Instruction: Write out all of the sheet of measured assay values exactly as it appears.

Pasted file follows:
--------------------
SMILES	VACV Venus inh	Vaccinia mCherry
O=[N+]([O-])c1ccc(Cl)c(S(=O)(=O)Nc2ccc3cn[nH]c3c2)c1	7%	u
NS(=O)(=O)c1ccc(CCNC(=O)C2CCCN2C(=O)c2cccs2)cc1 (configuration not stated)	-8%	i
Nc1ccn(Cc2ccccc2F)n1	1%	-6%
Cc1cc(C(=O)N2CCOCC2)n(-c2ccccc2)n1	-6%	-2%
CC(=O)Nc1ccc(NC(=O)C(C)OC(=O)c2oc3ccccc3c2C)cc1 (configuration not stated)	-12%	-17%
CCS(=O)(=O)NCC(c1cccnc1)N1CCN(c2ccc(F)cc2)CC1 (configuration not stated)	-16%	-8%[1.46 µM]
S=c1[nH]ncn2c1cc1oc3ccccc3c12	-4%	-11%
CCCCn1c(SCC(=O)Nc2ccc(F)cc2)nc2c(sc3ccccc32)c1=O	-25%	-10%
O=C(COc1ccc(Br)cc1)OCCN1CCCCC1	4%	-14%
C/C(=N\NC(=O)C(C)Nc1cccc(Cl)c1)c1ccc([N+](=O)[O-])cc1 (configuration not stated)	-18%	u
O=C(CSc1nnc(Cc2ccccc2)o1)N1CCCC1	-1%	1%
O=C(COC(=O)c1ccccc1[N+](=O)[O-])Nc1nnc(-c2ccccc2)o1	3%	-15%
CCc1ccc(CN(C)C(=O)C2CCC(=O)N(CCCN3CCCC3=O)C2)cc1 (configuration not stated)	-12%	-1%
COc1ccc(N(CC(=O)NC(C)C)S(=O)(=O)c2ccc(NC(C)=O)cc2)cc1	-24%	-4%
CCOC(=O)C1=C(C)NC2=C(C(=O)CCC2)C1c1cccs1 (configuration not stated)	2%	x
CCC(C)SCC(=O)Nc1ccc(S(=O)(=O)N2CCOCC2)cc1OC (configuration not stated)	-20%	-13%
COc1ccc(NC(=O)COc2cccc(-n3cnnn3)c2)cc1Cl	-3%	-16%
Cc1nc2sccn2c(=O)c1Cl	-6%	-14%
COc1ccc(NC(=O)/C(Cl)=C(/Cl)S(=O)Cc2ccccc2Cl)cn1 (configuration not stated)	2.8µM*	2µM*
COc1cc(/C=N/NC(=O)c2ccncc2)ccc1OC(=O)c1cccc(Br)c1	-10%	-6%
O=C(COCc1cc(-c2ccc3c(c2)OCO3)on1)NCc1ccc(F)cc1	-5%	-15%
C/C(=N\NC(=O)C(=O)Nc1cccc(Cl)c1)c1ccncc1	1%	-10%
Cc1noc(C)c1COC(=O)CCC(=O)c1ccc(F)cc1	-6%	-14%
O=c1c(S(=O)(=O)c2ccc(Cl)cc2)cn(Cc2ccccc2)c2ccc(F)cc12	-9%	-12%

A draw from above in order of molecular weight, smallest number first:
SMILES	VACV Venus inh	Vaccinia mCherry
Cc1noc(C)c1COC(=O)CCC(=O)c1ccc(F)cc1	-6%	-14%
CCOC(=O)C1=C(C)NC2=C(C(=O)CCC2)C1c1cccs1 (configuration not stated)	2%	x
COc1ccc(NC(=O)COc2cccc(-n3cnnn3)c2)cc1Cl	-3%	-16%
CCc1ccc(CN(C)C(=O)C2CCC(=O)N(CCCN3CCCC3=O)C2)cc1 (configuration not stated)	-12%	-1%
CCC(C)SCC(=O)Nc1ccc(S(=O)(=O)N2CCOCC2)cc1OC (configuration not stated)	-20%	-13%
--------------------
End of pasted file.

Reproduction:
SMILES	VACV Venus inh	Vaccinia mCherry
O=[N+]([O-])c1ccc(Cl)c(S(=O)(=O)Nc2ccc3cn[nH]c3c2)c1	7%	u
NS(=O)(=O)c1ccc(CCNC(=O)C2CCCN2C(=O)c2cccs2)cc1 (configuration not stated)	-8%	i
Nc1ccn(Cc2ccccc2F)n1	1%	-6%
Cc1cc(C(=O)N2CCOCC2)n(-c2ccccc2)n1	-6%	-2%
CC(=O)Nc1ccc(NC(=O)C(C)OC(=O)c2oc3ccccc3c2C)cc1 (configuration not stated)	-12%	-17%
CCS(=O)(=O)NCC(c1cccnc1)N1CCN(c2ccc(F)cc2)CC1 (configuration not stated)	-16%	-8%[1.46 µM]
S=c1[nH]ncn2c1cc1oc3ccccc3c12	-4%	-11%
CCCCn1c(SCC(=O)Nc2ccc(F)cc2)nc2c(sc3ccccc32)c1=O	-25%	-10%
O=C(COc1ccc(Br)cc1)OCCN1CCCCC1	4%	-14%
C/C(=N\NC(=O)C(C)Nc1cccc(Cl)c1)c1ccc([N+](=O)[O-])cc1 (configuration not stated)	-18%	u
O=C(CSc1nnc(Cc2ccccc2)o1)N1CCCC1	-1%	1%
O=C(COC(=O)c1ccccc1[N+](=O)[O-])Nc1nnc(-c2ccccc2)o1	3%	-15%
CCc1ccc(CN(C)C(=O)C2CCC(=O)N(CCCN3CCCC3=O)C2)cc1 (configuration not stated)	-12%	-1%
COc1ccc(N(CC(=O)NC(C)C)S(=O)(=O)c2ccc(NC(C)=O)cc2)cc1	-24%	-4%
CCOC(=O)C1=C(C)NC2=C(C(=O)CCC2)C1c1cccs1 (configuration not stated)	2%	x
CCC(C)SCC(=O)Nc1ccc(S(=O)(=O)N2CCOCC2)cc1OC (configuration not stated)	-20%	-13%
COc1ccc(NC(=O)COc2cccc(-n3cnnn3)c2)cc1Cl	-3%	-16%
Cc1nc2sccn2c(=O)c1Cl	-6%	-14%
COc1ccc(NC(=O)/C(Cl)=C(/Cl)S(=O)Cc2ccccc2Cl)cn1 (configuration not stated)	2.8µM*	2µM*
COc1cc(/C=N/NC(=O)c2ccncc2)ccc1OC(=O)c1cccc(Br)c1	-10%	-6%
O=C(COCc1cc(-c2ccc3c(c2)OCO3)on1)NCc1ccc(F)cc1	-5%	-15%
C/C(=N\NC(=O)C(=O)Nc1cccc(Cl)c1)c1ccncc1	1%	-10%
Cc1noc(C)c1COC(=O)CCC(=O)c1ccc(F)cc1	-6%	-14%
O=c1c(S(=O)(=O)c2ccc(Cl)cc2)cn(Cc2ccccc2)c2ccc(F)cc12	-9%	-12%

A draw from above in order of molecular weight, smallest number first:
SMILES	VACV Venus inh	Vaccinia mCherry
Cc1noc(C)c1COC(=O)CCC(=O)c1ccc(F)cc1	-6%	-14%
CCOC(=O)C1=C(C)NC2=C(C(=O)CCC2)C1c1cccs1 (configuration not stated)	2%	x
COc1ccc(NC(=O)COc2cccc(-n3cnnn3)c2)cc1Cl	-3%	-16%
CCc1ccc(CN(C)C(=O)C2CCC(=O)N(CCCN3CCCC3=O)C2)cc1 (configuration not stated)	-12%	-1%
CCC(C)SCC(=O)Nc1ccc(S(=O)(=O)N2CCOCC2)cc1OC (configuration not stated)	-20%	-13%